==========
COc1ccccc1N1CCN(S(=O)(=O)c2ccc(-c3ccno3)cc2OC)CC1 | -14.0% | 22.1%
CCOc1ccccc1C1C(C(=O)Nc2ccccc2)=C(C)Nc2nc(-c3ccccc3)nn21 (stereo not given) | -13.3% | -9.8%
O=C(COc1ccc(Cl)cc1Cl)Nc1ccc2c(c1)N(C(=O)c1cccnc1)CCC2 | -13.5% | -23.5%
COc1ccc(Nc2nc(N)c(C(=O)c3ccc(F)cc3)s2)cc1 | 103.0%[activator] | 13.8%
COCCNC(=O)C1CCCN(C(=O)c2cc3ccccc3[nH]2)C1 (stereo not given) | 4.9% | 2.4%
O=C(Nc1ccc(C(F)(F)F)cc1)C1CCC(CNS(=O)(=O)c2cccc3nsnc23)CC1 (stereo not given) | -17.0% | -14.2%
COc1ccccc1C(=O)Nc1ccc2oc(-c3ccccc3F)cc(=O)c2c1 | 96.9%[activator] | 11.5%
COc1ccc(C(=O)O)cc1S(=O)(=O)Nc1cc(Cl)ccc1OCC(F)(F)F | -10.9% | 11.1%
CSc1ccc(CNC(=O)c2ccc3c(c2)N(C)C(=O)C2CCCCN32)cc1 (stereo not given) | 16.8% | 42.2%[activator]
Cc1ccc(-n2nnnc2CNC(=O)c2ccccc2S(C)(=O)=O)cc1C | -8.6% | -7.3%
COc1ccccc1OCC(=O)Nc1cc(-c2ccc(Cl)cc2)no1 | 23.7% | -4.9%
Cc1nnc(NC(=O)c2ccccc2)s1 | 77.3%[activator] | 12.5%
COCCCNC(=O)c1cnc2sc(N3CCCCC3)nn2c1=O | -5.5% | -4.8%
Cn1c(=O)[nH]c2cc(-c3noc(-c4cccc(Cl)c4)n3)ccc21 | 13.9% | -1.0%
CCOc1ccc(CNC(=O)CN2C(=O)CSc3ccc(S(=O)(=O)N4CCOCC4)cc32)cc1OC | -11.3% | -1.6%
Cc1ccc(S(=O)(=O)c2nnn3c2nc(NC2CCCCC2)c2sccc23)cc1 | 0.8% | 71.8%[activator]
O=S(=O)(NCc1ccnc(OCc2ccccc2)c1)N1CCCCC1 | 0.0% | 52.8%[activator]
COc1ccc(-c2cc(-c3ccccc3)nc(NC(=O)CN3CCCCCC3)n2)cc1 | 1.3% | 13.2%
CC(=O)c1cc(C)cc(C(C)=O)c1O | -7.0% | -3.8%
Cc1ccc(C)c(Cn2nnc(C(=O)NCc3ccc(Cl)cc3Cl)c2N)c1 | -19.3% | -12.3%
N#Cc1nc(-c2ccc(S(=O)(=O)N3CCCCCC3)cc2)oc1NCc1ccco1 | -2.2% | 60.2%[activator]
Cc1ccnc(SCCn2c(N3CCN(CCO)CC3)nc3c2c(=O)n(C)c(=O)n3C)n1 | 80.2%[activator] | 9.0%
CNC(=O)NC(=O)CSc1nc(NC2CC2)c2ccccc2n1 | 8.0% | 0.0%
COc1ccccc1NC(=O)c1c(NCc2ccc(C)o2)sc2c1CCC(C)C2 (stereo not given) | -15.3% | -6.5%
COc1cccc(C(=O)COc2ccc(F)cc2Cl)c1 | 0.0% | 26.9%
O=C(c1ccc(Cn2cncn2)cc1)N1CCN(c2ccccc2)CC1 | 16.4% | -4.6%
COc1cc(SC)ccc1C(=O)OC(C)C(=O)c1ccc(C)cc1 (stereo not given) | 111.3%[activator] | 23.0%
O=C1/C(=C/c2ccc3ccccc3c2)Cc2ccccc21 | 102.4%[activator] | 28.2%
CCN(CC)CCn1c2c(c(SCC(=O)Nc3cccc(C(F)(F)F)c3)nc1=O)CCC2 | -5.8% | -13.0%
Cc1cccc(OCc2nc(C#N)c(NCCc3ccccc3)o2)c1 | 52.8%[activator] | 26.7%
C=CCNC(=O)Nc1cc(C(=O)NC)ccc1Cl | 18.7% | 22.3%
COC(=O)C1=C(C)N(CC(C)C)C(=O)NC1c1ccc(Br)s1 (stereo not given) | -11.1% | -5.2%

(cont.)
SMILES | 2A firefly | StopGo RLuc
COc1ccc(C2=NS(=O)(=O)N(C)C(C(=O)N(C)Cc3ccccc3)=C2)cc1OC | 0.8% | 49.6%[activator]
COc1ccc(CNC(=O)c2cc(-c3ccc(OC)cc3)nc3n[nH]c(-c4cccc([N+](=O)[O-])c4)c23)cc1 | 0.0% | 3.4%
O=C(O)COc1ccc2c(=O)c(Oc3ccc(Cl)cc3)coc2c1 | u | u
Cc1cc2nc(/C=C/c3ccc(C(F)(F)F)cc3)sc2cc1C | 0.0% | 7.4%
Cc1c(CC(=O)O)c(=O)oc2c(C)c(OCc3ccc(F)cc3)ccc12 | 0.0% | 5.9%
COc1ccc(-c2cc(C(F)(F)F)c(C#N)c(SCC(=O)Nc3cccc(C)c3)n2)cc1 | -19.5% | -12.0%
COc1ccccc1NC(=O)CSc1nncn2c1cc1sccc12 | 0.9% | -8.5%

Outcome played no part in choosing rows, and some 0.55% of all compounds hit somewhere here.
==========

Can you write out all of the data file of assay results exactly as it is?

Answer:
COc1ccccc1N1CCN(S(=O)(=O)c2ccc(-c3ccno3)cc2OC)CC1 | -14.0% | 22.1%
CCOc1ccccc1C1C(C(=O)Nc2ccccc2)=C(C)Nc2nc(-c3ccccc3)nn21 (stereo not given) | -13.3% | -9.8%
O=C(COc1ccc(Cl)cc1Cl)Nc1ccc2c(c1)N(C(=O)c1cccnc1)CCC2 | -13.5% | -23.5%
COc1ccc(Nc2nc(N)c(C(=O)c3ccc(F)cc3)s2)cc1 | 103.0%[activator] | 13.8%
COCCNC(=O)C1CCCN(C(=O)c2cc3ccccc3[nH]2)C1 (stereo not given) | 4.9% | 2.4%
O=C(Nc1ccc(C(F)(F)F)cc1)C1CCC(CNS(=O)(=O)c2cccc3nsnc23)CC1 (stereo not given) | -17.0% | -14.2%
COc1ccccc1C(=O)Nc1ccc2oc(-c3ccccc3F)cc(=O)c2c1 | 96.9%[activator] | 11.5%
COc1ccc(C(=O)O)cc1S(=O)(=O)Nc1cc(Cl)ccc1OCC(F)(F)F | -10.9% | 11.1%
CSc1ccc(CNC(=O)c2ccc3c(c2)N(C)C(=O)C2CCCCN32)cc1 (stereo not given) | 16.8% | 42.2%[activator]
Cc1ccc(-n2nnnc2CNC(=O)c2ccccc2S(C)(=O)=O)cc1C | -8.6% | -7.3%
COc1ccccc1OCC(=O)Nc1cc(-c2ccc(Cl)cc2)no1 | 23.7% | -4.9%
Cc1nnc(NC(=O)c2ccccc2)s1 | 77.3%[activator] | 12.5%
COCCCNC(=O)c1cnc2sc(N3CCCCC3)nn2c1=O | -5.5% | -4.8%
Cn1c(=O)[nH]c2cc(-c3noc(-c4cccc(Cl)c4)n3)ccc21 | 13.9% | -1.0%
CCOc1ccc(CNC(=O)CN2C(=O)CSc3ccc(S(=O)(=O)N4CCOCC4)cc32)cc1OC | -11.3% | -1.6%
Cc1ccc(S(=O)(=O)c2nnn3c2nc(NC2CCCCC2)c2sccc23)cc1 | 0.8% | 71.8%[activator]
O=S(=O)(NCc1ccnc(OCc2ccccc2)c1)N1CCCCC1 | 0.0% | 52.8%[activator]
COc1ccc(-c2cc(-c3ccccc3)nc(NC(=O)CN3CCCCCC3)n2)cc1 | 1.3% | 13.2%
CC(=O)c1cc(C)cc(C(C)=O)c1O | -7.0% | -3.8%
Cc1ccc(C)c(Cn2nnc(C(=O)NCc3ccc(Cl)cc3Cl)c2N)c1 | -19.3% | -12.3%
N#Cc1nc(-c2ccc(S(=O)(=O)N3CCCCCC3)cc2)oc1NCc1ccco1 | -2.2% | 60.2%[activator]
Cc1ccnc(SCCn2c(N3CCN(CCO)CC3)nc3c2c(=O)n(C)c(=O)n3C)n1 | 80.2%[activator] | 9.0%
CNC(=O)NC(=O)CSc1nc(NC2CC2)c2ccccc2n1 | 8.0% | 0.0%
COc1ccccc1NC(=O)c1c(NCc2ccc(C)o2)sc2c1CCC(C)C2 (stereo not given) | -15.3% | -6.5%
COc1cccc(C(=O)COc2ccc(F)cc2Cl)c1 | 0.0% | 26.9%
O=C(c1ccc(Cn2cncn2)cc1)N1CCN(c2ccccc2)CC1 | 16.4% | -4.6%
COc1cc(SC)ccc1C(=O)OC(C)C(=O)c1ccc(C)cc1 (stereo not given) | 111.3%[activator] | 23.0%
O=C1/C(=C/c2ccc3ccccc3c2)Cc2ccccc21 | 102.4%[activator] | 28.2%
CCN(CC)CCn1c2c(c(SCC(=O)Nc3cccc(C(F)(F)F)c3)nc1=O)CCC2 | -5.8% | -13.0%
Cc1cccc(OCc2nc(C#N)c(NCCc3ccccc3)o2)c1 | 52.8%[activator] | 26.7%
C=CCNC(=O)Nc1cc(C(=O)NC)ccc1Cl | 18.7% | 22.3%
COC(=O)C1=C(C)N(CC(C)C)C(=O)NC1c1ccc(Br)s1 (stereo not given) | -11.1% | -5.2%

(cont.)
SMILES | 2A firefly | StopGo RLuc
COc1ccc(C2=NS(=O)(=O)N(C)C(C(=O)N(C)Cc3ccccc3)=C2)cc1OC | 0.8% | 49.6%[activator]
COc1ccc(CNC(=O)c2cc(-c3ccc(OC)cc3)nc3n[nH]c(-c4cccc([N+](=O)[O-])c4)c23)cc1 | 0.0% | 3.4%
O=C(O)COc1ccc2c(=O)c(Oc3ccc(Cl)cc3)coc2c1 | u | u
Cc1cc2nc(/C=C/c3ccc(C(F)(F)F)cc3)sc2cc1C | 0.0% | 7.4%
Cc1c(CC(=O)O)c(=O)oc2c(C)c(OCc3ccc(F)cc3)ccc12 | 0.0% | 5.9%
COc1ccc(-c2cc(C(F)(F)F)c(C#N)c(SCC(=O)Nc3cccc(C)c3)n2)cc1 | -19.5% | -12.0%
COc1ccccc1NC(=O)CSc1nncn2c1cc1sccc12 | 0.9% | -8.5%

Outcome played no part in choosing rows, and some 0.55% of all compounds hit somewhere here.